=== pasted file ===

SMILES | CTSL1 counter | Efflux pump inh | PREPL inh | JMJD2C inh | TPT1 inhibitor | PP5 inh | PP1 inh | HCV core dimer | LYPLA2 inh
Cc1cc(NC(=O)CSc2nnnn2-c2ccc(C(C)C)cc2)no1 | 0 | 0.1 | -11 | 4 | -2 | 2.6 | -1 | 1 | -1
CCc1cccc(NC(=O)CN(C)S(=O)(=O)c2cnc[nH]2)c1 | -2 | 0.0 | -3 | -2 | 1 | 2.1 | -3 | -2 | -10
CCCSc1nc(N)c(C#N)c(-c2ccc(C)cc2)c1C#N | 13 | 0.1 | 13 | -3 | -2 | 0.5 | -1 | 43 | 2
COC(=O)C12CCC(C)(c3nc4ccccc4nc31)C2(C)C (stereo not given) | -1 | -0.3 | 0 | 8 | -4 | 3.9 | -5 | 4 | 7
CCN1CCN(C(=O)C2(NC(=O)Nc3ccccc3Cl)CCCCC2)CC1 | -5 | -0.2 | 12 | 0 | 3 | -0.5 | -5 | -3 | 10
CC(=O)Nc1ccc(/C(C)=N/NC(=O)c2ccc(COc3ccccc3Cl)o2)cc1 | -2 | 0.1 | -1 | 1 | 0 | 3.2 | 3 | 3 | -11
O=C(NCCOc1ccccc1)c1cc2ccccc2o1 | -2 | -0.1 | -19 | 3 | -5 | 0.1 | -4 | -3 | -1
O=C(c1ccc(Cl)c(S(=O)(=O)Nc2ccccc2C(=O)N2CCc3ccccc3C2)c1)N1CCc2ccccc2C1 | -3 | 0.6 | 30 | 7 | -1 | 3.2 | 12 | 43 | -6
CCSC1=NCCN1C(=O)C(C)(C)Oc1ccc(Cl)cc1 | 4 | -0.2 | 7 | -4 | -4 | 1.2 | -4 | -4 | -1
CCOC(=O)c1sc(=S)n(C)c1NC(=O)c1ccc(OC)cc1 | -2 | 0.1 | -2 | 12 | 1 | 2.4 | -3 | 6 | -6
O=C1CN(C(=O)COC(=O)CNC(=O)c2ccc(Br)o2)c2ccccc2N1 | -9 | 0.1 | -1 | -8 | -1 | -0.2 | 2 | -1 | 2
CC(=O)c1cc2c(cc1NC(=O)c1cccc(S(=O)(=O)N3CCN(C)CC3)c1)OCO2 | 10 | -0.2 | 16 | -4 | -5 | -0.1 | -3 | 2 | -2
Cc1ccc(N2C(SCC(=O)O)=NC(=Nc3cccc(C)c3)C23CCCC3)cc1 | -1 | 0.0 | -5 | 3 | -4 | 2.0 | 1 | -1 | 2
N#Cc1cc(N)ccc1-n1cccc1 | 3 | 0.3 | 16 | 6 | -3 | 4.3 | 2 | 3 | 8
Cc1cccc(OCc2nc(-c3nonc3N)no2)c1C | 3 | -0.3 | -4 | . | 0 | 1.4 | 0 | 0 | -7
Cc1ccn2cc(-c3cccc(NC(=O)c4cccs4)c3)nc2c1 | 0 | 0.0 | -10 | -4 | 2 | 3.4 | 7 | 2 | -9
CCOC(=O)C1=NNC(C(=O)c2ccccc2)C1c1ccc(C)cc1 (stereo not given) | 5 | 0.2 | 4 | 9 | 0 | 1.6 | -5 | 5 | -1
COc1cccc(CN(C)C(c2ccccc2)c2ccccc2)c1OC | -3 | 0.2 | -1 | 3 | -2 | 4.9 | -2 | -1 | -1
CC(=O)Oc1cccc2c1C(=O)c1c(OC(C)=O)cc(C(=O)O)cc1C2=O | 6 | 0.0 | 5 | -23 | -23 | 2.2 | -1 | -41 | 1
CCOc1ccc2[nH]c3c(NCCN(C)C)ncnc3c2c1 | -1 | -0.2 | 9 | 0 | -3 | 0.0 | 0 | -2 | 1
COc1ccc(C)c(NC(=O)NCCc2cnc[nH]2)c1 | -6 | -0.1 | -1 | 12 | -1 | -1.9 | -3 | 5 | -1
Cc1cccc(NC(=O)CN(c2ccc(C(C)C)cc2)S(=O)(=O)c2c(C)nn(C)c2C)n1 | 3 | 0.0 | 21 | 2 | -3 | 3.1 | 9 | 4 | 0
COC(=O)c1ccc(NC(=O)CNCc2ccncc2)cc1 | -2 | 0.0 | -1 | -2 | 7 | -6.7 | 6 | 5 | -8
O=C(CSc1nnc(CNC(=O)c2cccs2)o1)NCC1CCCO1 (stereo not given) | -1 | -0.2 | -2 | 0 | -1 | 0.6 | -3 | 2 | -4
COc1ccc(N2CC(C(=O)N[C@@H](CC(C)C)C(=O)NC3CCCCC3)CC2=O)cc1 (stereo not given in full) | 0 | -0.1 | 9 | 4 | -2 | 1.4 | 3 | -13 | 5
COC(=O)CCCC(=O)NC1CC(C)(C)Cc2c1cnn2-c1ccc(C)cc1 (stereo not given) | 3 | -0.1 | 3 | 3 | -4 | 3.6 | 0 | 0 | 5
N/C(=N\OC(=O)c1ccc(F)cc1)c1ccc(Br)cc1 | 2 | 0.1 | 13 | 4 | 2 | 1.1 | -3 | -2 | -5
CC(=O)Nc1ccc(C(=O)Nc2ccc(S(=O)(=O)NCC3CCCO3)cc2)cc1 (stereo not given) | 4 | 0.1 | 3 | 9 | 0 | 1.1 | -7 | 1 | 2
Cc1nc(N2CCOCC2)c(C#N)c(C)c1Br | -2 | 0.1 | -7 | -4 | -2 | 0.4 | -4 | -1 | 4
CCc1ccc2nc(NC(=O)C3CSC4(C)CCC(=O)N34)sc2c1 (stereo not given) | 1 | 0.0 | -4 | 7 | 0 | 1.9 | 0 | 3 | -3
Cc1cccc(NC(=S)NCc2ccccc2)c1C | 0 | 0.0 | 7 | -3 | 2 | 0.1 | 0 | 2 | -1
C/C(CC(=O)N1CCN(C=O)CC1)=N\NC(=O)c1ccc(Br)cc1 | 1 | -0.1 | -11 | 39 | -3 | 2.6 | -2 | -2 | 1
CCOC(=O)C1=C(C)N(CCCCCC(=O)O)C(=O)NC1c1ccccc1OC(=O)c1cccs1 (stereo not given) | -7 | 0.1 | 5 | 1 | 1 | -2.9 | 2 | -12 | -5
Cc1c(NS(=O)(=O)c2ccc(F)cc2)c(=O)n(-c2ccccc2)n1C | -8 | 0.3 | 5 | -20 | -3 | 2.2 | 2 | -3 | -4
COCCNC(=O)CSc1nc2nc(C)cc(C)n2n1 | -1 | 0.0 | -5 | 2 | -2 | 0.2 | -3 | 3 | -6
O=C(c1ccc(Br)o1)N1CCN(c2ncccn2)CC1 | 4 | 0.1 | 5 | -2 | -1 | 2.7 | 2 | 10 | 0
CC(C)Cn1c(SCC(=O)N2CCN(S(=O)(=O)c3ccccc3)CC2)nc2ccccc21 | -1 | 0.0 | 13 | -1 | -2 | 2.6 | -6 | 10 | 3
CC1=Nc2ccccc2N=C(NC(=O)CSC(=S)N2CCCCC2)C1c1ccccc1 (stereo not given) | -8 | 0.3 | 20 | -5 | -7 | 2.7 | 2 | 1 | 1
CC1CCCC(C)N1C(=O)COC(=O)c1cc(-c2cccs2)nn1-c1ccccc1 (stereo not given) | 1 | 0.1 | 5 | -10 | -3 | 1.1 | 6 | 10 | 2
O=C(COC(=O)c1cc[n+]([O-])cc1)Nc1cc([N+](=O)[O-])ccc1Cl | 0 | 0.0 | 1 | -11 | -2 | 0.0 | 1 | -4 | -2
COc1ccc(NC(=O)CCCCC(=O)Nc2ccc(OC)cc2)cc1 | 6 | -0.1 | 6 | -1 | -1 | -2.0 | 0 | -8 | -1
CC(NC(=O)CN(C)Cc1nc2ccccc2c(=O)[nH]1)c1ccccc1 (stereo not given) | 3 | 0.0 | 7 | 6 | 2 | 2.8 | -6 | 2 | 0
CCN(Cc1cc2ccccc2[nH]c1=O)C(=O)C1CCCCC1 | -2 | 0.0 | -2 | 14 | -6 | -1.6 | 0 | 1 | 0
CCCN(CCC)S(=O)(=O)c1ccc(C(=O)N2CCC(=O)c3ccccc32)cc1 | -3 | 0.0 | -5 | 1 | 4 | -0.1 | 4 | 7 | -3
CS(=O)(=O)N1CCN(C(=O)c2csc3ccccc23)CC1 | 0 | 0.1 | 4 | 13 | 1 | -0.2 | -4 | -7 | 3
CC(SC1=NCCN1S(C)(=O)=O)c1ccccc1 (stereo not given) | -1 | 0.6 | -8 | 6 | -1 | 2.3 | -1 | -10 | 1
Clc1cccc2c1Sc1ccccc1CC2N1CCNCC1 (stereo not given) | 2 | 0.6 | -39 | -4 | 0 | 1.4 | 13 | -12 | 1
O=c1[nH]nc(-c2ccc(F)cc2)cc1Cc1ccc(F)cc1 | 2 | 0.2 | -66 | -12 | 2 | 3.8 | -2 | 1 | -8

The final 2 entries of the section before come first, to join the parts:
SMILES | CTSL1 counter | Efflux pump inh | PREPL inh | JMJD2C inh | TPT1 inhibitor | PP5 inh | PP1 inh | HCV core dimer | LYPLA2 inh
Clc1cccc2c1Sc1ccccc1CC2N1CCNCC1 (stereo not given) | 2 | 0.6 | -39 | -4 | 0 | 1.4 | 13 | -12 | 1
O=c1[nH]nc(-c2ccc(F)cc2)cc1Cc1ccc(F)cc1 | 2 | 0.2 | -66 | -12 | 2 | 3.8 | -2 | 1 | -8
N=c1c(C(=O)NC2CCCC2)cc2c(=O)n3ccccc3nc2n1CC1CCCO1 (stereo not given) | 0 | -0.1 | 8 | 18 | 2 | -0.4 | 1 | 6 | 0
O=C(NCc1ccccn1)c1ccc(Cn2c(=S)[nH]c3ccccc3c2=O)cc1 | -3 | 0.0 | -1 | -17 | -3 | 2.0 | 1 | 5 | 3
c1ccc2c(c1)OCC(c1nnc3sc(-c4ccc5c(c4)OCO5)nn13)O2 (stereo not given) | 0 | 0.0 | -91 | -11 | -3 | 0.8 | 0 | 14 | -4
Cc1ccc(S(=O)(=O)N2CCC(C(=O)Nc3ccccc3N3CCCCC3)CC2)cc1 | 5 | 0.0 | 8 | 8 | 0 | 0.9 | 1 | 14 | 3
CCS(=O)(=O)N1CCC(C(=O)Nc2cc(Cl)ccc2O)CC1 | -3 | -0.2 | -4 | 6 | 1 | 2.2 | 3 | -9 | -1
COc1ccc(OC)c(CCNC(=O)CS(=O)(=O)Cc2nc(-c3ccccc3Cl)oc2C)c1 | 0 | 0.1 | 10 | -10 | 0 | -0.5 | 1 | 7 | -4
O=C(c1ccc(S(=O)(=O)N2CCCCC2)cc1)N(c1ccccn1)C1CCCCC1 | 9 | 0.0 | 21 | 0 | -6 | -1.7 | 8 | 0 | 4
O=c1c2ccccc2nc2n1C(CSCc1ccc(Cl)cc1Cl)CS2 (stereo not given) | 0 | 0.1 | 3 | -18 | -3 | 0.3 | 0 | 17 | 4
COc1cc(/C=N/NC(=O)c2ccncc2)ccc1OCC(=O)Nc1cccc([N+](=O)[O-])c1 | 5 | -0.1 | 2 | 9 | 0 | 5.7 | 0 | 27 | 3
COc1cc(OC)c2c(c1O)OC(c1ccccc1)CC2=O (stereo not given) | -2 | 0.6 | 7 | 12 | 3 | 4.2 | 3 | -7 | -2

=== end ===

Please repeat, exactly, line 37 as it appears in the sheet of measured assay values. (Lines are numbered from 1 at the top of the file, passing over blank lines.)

O=C(c1ccc(Br)o1)N1CCN(c2ncccn2)CC1 | 4 | 0.1 | 5 | -2 | -1 | 2.7 | 2 | 10 | 0